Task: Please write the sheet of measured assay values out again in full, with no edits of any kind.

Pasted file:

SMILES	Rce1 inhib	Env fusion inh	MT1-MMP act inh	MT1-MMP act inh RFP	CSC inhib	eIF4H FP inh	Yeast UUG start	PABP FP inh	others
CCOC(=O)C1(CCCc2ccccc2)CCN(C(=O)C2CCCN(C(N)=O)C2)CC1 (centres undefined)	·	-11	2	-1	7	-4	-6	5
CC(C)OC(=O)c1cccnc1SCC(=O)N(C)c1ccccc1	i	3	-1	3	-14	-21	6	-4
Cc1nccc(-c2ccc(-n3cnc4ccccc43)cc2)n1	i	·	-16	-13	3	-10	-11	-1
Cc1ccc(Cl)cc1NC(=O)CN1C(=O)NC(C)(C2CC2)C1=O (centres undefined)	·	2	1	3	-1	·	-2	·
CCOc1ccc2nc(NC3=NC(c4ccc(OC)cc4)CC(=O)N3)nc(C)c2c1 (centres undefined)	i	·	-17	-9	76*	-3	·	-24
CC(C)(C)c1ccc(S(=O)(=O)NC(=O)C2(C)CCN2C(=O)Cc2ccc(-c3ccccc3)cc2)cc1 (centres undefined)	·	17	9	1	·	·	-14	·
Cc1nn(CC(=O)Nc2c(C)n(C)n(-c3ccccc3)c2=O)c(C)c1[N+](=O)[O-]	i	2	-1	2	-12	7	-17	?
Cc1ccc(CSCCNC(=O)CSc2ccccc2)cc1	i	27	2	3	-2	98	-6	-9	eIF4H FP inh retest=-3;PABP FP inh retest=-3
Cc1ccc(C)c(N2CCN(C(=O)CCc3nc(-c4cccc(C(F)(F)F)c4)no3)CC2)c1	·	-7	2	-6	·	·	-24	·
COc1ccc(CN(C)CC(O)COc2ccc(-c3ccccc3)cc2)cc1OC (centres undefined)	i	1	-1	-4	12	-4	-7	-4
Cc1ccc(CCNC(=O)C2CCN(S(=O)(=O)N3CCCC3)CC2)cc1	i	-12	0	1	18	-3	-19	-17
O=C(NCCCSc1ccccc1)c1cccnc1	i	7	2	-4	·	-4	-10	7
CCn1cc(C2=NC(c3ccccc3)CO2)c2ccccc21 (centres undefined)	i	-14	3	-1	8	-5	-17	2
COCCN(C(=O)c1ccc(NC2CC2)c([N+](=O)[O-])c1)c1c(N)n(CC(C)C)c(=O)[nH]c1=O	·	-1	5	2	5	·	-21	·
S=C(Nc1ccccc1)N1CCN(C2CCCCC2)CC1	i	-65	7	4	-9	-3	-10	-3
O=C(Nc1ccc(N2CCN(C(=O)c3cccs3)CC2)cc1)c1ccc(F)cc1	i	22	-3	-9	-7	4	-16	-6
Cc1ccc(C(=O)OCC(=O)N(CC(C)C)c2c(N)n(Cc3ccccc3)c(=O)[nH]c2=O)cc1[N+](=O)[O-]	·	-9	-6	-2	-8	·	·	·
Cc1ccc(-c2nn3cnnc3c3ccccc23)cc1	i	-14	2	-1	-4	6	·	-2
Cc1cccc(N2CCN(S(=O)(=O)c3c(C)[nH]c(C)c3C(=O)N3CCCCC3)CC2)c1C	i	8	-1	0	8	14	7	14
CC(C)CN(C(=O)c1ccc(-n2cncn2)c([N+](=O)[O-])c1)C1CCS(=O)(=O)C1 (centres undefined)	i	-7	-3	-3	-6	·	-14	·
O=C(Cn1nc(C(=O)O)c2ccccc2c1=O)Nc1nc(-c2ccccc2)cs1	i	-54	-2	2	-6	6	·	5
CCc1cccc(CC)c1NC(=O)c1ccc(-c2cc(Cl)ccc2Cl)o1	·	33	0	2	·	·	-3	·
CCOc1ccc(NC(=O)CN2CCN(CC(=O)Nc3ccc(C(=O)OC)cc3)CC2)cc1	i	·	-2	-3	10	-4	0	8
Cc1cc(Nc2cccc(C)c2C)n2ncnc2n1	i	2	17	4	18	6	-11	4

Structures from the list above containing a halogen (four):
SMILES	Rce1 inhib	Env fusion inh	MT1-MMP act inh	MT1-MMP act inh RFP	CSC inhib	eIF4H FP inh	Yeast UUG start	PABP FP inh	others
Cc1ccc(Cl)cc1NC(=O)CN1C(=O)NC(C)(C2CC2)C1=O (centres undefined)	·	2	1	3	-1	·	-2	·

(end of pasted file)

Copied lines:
SMILES	Rce1 inhib	Env fusion inh	MT1-MMP act inh	MT1-MMP act inh RFP	CSC inhib	eIF4H FP inh	Yeast UUG start	PABP FP inh	others
CCOC(=O)C1(CCCc2ccccc2)CCN(C(=O)C2CCCN(C(N)=O)C2)CC1 (centres undefined)	·	-11	2	-1	7	-4	-6	5
CC(C)OC(=O)c1cccnc1SCC(=O)N(C)c1ccccc1	i	3	-1	3	-14	-21	6	-4
Cc1nccc(-c2ccc(-n3cnc4ccccc43)cc2)n1	i	·	-16	-13	3	-10	-11	-1
Cc1ccc(Cl)cc1NC(=O)CN1C(=O)NC(C)(C2CC2)C1=O (centres undefined)	·	2	1	3	-1	·	-2	·
CCOc1ccc2nc(NC3=NC(c4ccc(OC)cc4)CC(=O)N3)nc(C)c2c1 (centres undefined)	i	·	-17	-9	76*	-3	·	-24
CC(C)(C)c1ccc(S(=O)(=O)NC(=O)C2(C)CCN2C(=O)Cc2ccc(-c3ccccc3)cc2)cc1 (centres undefined)	·	17	9	1	·	·	-14	·
Cc1nn(CC(=O)Nc2c(C)n(C)n(-c3ccccc3)c2=O)c(C)c1[N+](=O)[O-]	i	2	-1	2	-12	7	-17	?
Cc1ccc(CSCCNC(=O)CSc2ccccc2)cc1	i	27	2	3	-2	98	-6	-9	eIF4H FP inh retest=-3;PABP FP inh retest=-3
Cc1ccc(C)c(N2CCN(C(=O)CCc3nc(-c4cccc(C(F)(F)F)c4)no3)CC2)c1	·	-7	2	-6	·	·	-24	·
COc1ccc(CN(C)CC(O)COc2ccc(-c3ccccc3)cc2)cc1OC (centres undefined)	i	1	-1	-4	12	-4	-7	-4
Cc1ccc(CCNC(=O)C2CCN(S(=O)(=O)N3CCCC3)CC2)cc1	i	-12	0	1	18	-3	-19	-17
O=C(NCCCSc1ccccc1)c1cccnc1	i	7	2	-4	·	-4	-10	7
CCn1cc(C2=NC(c3ccccc3)CO2)c2ccccc21 (centres undefined)	i	-14	3	-1	8	-5	-17	2
COCCN(C(=O)c1ccc(NC2CC2)c([N+](=O)[O-])c1)c1c(N)n(CC(C)C)c(=O)[nH]c1=O	·	-1	5	2	5	·	-21	·
S=C(Nc1ccccc1)N1CCN(C2CCCCC2)CC1	i	-65	7	4	-9	-3	-10	-3
O=C(Nc1ccc(N2CCN(C(=O)c3cccs3)CC2)cc1)c1ccc(F)cc1	i	22	-3	-9	-7	4	-16	-6
Cc1ccc(C(=O)OCC(=O)N(CC(C)C)c2c(N)n(Cc3ccccc3)c(=O)[nH]c2=O)cc1[N+](=O)[O-]	·	-9	-6	-2	-8	·	·	·
Cc1ccc(-c2nn3cnnc3c3ccccc23)cc1	i	-14	2	-1	-4	6	·	-2
Cc1cccc(N2CCN(S(=O)(=O)c3c(C)[nH]c(C)c3C(=O)N3CCCCC3)CC2)c1C	i	8	-1	0	8	14	7	14
CC(C)CN(C(=O)c1ccc(-n2cncn2)c([N+](=O)[O-])c1)C1CCS(=O)(=O)C1 (centres undefined)	i	-7	-3	-3	-6	·	-14	·
O=C(Cn1nc(C(=O)O)c2ccccc2c1=O)Nc1nc(-c2ccccc2)cs1	i	-54	-2	2	-6	6	·	5
CCc1cccc(CC)c1NC(=O)c1ccc(-c2cc(Cl)ccc2Cl)o1	·	33	0	2	·	·	-3	·
CCOc1ccc(NC(=O)CN2CCN(CC(=O)Nc3ccc(C(=O)OC)cc3)CC2)cc1	i	·	-2	-3	10	-4	0	8
Cc1cc(Nc2cccc(C)c2C)n2ncnc2n1	i	2	17	4	18	6	-11	4

Structures from the list above containing a halogen (four):
SMILES	Rce1 inhib	Env fusion inh	MT1-MMP act inh	MT1-MMP act inh RFP	CSC inhib	eIF4H FP inh	Yeast UUG start	PABP FP inh	others
Cc1ccc(Cl)cc1NC(=O)CN1C(=O)NC(C)(C2CC2)C1=O (centres undefined)	·	2	1	3	-1	·	-2	·